Cooper Unveils Education Plan in NC Gubernatorial Bid
Democrat Backs Free Community College. More Pre-K and Improved Teacher Pay
RALEIGH, N.C. (AP) — Attorney General Roy Cooper rolled out a public education agenda for his governor’s race, vowing if elected to seek to raise teacher salaries to at least the national average, boost pre-kindergarten funding and help ease student loan debt burdens.
The Democrat unveiled his first significant policy proposal since formally announcing his bid in October. He blamed Republican Gov. Pat McCrory and the GOPled legislature for tax and education spending policies that have lowered teacher morale and prevented more students from being prepared for the workforce.
“Right now we seem to be going backward,” Cooper said at a news conference on a Wake Technical Community College campus.
“We must make education a priority in North Carolina. This is not the North Carolina — the education state — that I know.”
Cooper said he’d also like to work toward making community college tuition free, largely by maximizing access to federal grants. More public schools need broadband access, teacher recruitment scholarship programs should be revived and parents should be granted more time to volunteer or attend their children’s school activities, he said.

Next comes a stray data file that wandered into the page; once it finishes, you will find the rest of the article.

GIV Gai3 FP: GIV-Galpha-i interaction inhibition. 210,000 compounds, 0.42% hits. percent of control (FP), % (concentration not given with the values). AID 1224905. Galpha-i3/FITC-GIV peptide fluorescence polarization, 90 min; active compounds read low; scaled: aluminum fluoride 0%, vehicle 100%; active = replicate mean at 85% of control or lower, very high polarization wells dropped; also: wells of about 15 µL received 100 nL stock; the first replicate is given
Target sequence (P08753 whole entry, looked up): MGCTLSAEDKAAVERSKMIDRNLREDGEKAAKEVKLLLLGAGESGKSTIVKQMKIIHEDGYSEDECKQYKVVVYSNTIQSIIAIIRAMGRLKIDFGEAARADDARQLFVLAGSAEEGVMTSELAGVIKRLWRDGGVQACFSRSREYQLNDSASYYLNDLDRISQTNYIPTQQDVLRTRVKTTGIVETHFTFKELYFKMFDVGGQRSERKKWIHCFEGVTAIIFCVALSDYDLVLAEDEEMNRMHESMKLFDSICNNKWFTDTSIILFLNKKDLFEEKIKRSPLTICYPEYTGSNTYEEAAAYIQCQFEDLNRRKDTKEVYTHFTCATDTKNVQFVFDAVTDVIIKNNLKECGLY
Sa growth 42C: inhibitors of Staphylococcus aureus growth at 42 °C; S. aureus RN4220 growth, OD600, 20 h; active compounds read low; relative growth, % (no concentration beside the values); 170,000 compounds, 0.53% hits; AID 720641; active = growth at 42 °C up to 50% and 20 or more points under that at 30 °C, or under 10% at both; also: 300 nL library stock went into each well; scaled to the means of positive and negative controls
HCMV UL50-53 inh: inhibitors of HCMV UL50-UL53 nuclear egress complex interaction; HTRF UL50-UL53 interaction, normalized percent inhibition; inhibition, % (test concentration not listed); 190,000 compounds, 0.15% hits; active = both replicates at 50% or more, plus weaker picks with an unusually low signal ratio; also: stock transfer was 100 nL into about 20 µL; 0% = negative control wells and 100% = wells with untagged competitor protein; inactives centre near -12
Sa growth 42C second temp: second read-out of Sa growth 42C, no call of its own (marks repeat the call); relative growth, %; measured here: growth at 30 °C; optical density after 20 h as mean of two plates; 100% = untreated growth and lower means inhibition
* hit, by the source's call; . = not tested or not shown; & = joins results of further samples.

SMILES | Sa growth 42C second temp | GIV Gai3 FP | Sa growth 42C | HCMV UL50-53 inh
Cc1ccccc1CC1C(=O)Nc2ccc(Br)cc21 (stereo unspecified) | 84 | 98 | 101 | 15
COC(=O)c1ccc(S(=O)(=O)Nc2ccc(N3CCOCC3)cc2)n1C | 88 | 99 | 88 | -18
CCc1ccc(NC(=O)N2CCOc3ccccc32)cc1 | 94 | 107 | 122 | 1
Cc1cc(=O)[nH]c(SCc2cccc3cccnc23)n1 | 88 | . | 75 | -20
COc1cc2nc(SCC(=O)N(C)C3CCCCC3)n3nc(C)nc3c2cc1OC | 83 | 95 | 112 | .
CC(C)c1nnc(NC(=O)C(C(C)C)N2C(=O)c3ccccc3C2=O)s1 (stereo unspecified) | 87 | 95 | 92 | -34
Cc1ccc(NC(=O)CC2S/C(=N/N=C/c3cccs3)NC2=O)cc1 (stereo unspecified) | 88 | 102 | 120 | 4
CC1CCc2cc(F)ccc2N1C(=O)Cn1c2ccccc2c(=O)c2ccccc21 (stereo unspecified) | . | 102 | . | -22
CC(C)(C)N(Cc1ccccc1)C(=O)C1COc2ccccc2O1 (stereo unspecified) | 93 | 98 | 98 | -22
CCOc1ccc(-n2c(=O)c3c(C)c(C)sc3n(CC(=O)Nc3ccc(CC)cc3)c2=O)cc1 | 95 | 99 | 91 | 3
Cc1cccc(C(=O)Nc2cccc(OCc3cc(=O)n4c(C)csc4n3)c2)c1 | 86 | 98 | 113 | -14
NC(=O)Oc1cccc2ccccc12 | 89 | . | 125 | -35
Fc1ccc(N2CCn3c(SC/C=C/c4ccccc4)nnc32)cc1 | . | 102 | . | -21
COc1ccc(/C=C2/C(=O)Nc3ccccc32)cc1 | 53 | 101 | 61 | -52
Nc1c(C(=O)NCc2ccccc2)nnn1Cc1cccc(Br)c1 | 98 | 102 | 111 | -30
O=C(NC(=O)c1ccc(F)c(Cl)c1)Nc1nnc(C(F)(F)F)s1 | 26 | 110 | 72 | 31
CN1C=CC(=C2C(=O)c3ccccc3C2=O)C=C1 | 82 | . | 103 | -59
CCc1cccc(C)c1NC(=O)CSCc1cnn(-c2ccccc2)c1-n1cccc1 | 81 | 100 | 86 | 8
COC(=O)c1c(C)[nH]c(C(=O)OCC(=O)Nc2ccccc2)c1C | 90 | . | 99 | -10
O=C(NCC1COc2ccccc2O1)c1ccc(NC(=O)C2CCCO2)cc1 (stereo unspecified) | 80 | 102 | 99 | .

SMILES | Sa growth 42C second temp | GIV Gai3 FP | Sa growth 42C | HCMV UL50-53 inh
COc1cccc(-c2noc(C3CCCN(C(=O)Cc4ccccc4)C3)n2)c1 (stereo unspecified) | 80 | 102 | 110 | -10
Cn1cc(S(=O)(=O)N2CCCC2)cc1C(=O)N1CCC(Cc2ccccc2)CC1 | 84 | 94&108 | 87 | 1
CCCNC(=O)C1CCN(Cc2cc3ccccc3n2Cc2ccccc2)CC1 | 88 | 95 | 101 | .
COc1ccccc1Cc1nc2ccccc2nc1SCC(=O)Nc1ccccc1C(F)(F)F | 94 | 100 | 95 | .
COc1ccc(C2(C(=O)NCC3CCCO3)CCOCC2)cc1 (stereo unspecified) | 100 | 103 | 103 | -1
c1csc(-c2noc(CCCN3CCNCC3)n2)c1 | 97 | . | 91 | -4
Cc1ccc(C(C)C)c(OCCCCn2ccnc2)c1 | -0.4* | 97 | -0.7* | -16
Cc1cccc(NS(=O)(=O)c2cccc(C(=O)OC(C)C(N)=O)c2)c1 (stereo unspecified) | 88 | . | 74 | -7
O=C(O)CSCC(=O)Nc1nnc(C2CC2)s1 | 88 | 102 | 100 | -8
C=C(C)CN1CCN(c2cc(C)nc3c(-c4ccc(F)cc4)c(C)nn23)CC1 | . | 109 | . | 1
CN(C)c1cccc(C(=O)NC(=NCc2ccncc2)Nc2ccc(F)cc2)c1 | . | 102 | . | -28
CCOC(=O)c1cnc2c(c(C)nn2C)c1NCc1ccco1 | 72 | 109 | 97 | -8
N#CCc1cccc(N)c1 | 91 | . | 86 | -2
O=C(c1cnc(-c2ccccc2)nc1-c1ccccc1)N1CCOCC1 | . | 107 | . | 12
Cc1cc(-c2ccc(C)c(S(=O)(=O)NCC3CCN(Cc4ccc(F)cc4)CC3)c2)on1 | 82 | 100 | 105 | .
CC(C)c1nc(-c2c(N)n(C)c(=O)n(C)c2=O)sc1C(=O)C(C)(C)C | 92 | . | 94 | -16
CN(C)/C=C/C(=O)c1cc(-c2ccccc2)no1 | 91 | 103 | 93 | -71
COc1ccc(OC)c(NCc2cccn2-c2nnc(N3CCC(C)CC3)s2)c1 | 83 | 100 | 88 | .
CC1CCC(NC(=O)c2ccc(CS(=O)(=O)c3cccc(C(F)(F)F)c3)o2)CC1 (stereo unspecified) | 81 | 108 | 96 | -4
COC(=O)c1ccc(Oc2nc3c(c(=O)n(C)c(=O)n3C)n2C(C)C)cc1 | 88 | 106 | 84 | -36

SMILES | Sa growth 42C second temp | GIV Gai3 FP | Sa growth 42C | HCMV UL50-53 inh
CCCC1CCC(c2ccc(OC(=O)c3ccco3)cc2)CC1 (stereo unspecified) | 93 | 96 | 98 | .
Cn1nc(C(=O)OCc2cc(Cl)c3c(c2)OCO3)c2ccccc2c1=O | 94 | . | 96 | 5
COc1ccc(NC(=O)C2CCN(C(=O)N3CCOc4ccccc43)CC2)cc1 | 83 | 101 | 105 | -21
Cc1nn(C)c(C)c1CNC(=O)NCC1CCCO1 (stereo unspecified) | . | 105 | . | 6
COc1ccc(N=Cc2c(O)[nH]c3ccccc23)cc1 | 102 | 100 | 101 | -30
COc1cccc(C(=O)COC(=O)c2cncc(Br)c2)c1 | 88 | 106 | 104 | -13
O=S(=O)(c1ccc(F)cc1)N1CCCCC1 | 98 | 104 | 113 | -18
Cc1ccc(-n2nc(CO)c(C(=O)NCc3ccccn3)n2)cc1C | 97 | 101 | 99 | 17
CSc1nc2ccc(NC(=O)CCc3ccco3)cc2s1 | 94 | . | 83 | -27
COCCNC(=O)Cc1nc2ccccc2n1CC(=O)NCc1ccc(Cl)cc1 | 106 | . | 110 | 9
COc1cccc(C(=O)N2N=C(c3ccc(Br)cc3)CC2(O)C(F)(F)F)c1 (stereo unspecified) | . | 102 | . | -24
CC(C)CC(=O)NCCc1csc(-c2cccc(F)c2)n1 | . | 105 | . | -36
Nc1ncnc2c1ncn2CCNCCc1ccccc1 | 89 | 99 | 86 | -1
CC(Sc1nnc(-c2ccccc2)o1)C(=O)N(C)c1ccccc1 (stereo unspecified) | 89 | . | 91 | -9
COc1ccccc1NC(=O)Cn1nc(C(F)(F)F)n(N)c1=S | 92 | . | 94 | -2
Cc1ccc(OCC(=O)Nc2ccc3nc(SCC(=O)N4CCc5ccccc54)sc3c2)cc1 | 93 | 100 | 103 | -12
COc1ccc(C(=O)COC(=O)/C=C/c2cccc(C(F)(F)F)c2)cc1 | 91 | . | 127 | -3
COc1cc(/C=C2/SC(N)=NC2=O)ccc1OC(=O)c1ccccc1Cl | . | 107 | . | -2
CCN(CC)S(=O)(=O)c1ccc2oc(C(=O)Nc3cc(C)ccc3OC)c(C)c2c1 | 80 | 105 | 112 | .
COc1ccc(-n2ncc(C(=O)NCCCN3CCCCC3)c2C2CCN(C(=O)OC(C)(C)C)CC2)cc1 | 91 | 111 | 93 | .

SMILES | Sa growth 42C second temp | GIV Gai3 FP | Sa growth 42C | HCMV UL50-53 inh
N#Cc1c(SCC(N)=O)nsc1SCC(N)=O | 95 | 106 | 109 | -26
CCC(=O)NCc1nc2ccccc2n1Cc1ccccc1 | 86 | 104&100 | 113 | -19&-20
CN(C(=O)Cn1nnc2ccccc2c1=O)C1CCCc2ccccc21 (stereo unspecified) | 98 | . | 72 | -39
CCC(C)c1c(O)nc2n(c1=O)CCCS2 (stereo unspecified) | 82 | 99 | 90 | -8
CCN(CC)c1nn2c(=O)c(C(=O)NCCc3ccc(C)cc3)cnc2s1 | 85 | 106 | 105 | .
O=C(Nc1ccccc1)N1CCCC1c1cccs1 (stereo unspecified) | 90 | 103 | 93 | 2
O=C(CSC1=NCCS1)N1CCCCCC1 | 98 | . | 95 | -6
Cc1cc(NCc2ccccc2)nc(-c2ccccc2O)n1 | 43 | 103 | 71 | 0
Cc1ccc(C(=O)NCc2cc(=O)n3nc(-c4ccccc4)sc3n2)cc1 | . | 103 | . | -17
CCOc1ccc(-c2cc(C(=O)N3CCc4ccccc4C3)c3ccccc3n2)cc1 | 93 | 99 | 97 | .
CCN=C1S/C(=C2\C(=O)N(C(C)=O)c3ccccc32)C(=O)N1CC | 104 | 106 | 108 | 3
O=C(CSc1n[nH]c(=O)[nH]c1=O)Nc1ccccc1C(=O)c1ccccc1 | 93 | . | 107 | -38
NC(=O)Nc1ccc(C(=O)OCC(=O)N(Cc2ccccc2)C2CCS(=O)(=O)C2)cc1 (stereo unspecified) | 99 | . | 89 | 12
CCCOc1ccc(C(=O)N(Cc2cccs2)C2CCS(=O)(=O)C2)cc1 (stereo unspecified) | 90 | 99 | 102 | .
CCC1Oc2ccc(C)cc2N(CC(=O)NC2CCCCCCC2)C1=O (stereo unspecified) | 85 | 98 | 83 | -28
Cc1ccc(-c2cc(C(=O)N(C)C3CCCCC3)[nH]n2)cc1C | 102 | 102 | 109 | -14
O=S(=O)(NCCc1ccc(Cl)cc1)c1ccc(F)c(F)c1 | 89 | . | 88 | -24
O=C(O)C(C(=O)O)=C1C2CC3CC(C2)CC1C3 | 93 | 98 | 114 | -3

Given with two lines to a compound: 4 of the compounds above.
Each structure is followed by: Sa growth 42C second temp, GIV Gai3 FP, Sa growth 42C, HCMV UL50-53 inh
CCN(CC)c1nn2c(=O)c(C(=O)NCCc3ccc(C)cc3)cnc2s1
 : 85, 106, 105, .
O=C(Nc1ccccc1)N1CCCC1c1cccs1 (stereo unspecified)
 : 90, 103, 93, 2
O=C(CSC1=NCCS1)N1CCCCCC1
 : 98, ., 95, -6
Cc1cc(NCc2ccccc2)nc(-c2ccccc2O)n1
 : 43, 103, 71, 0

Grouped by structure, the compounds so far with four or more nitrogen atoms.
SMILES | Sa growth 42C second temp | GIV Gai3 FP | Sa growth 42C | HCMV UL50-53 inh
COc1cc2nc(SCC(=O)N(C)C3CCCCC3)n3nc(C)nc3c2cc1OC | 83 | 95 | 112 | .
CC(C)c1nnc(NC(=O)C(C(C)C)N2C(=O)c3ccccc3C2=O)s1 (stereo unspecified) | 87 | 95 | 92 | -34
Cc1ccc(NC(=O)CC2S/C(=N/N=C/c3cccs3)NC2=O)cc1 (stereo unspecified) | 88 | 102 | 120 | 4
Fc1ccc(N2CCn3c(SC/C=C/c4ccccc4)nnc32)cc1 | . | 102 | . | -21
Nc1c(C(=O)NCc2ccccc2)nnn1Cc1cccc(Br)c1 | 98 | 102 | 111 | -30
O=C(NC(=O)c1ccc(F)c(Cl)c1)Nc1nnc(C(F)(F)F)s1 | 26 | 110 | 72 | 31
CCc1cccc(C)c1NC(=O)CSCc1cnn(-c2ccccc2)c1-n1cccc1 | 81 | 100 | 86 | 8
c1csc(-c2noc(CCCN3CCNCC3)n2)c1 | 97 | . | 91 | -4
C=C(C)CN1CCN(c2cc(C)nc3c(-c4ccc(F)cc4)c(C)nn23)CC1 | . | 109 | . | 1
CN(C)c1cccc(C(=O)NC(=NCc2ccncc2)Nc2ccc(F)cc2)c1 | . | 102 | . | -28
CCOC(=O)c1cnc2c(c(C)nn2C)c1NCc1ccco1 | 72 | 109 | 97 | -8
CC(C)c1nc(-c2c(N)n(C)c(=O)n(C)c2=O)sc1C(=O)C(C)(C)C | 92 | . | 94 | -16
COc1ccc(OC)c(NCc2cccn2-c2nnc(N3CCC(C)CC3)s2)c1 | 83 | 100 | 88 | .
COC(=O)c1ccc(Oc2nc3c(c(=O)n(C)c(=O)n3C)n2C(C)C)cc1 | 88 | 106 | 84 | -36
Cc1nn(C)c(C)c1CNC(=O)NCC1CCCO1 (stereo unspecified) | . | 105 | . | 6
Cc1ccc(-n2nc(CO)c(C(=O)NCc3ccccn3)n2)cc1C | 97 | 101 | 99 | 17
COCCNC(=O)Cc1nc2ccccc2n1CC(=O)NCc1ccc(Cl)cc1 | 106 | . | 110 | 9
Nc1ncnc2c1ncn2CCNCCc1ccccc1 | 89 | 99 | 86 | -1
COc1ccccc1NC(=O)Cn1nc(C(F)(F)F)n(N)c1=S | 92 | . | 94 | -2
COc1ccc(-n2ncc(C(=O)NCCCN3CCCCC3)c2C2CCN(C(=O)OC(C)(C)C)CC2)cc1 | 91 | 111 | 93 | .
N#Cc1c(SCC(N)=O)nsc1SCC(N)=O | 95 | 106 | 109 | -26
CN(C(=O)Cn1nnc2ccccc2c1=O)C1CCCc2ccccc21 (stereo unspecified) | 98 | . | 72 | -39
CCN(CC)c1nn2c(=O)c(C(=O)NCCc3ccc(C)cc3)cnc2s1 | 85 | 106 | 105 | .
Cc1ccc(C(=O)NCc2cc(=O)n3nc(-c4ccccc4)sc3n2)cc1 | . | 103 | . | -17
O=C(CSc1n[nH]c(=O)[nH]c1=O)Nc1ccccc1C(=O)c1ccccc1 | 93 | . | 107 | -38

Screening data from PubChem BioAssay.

Cooper’s way to pay for his education agenda would be anchored on reworking a tax system that he said recently has disproportionately favored corporations and the highest wage-earners, but the details appear squishy.
Cooper said he wasn’t seeking to raise taxes but said he wanted to stop pending tax reductions that favor the wealthy. Any changes would have to be agreed to be the General Assembly.
“I want to work with them to figure out a way that we can give the tax breaks to the middle class and invest in public education,” Cooper told reporters. “I’m not wedded to any particular formula, but what’s happening now is hurting public education and hurting the middle class.”
Under GOP rule in Raleigh, the corporate income tax rate has fallen from 6.9 percent to 4 percent and could go lower, while a three-tiered individual income tax system has been consolidated to one lower flat rate. That flat rate is scheduled to fall again in 2017. When fully implemented, Cooper said, the tax changes will cost the state about $1 billion a year.
Accumulating the funds to bring up teacher raises permanently and increase funding for pre-K programs would likely be in the hundreds of millions of dollars.